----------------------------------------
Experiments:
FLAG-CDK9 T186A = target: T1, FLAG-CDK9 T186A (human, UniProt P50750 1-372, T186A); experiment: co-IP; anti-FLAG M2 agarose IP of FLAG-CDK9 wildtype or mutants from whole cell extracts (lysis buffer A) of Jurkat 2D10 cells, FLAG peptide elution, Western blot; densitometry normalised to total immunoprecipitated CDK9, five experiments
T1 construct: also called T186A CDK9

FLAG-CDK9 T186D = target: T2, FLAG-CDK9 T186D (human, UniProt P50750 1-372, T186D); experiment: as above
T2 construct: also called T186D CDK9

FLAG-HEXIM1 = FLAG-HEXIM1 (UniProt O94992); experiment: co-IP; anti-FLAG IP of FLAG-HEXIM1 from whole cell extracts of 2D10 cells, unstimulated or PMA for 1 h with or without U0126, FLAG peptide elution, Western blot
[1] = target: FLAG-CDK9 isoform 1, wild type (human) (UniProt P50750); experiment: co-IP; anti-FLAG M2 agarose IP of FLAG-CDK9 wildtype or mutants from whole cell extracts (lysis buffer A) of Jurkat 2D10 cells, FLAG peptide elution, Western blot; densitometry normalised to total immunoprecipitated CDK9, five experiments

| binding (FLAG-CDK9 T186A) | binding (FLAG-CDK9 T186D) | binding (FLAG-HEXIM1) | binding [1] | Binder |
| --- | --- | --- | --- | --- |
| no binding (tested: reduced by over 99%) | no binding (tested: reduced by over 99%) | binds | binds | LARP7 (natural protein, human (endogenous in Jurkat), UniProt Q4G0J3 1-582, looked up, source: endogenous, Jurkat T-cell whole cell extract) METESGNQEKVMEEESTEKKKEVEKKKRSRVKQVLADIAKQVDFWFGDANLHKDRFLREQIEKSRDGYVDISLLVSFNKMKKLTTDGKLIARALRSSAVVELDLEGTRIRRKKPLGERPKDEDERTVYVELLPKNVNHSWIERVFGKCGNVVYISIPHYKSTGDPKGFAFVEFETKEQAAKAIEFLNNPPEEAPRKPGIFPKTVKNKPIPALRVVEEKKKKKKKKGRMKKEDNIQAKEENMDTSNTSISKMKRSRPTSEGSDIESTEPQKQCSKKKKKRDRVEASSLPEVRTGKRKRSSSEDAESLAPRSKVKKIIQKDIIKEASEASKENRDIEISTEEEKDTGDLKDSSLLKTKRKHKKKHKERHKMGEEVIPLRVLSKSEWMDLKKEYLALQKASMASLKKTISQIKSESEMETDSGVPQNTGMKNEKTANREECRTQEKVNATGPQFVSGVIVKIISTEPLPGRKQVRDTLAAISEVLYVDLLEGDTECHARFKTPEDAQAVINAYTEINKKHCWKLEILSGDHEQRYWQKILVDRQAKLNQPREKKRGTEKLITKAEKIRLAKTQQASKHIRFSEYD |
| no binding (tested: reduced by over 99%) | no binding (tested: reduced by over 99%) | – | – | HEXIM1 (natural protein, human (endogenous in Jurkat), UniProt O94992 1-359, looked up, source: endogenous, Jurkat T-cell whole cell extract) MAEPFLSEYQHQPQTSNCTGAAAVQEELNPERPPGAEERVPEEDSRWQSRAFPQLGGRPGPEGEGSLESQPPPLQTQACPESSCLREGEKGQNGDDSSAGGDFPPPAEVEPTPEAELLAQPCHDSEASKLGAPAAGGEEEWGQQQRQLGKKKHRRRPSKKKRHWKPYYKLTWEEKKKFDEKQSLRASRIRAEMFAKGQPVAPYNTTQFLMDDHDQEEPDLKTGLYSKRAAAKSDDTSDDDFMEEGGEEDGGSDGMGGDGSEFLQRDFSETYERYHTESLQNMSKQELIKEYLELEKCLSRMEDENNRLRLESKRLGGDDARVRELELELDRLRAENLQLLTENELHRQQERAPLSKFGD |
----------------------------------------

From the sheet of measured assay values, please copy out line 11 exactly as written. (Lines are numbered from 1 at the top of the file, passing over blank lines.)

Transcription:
| no binding (tested: reduced by over 99%) | no binding (tested: reduced by over 99%) | – | – | HEXIM1 (natural protein, human (endogenous in Jurkat), UniProt O94992 1-359, looked up, source: endogenous, Jurkat T-cell whole cell extract) MAEPFLSEYQHQPQTSNCTGAAAVQEELNPERPPGAEERVPEEDSRWQSRAFPQLGGRPGPEGEGSLESQPPPLQTQACPESSCLREGEKGQNGDDSSAGGDFPPPAEVEPTPEAELLAQPCHDSEASKLGAPAAGGEEEWGQQQRQLGKKKHRRRPSKKKRHWKPYYKLTWEEKKKFDEKQSLRASRIRAEMFAKGQPVAPYNTTQFLMDDHDQEEPDLKTGLYSKRAAAKSDDTSDDDFMEEGGEEDGGSDGMGGDGSEFLQRDFSETYERYHTESLQNMSKQELIKEYLELEKCLSRMEDENNRLRLESKRLGGDDARVRELELELDRLRAENLQLLTENELHRQQERAPLSKFGD |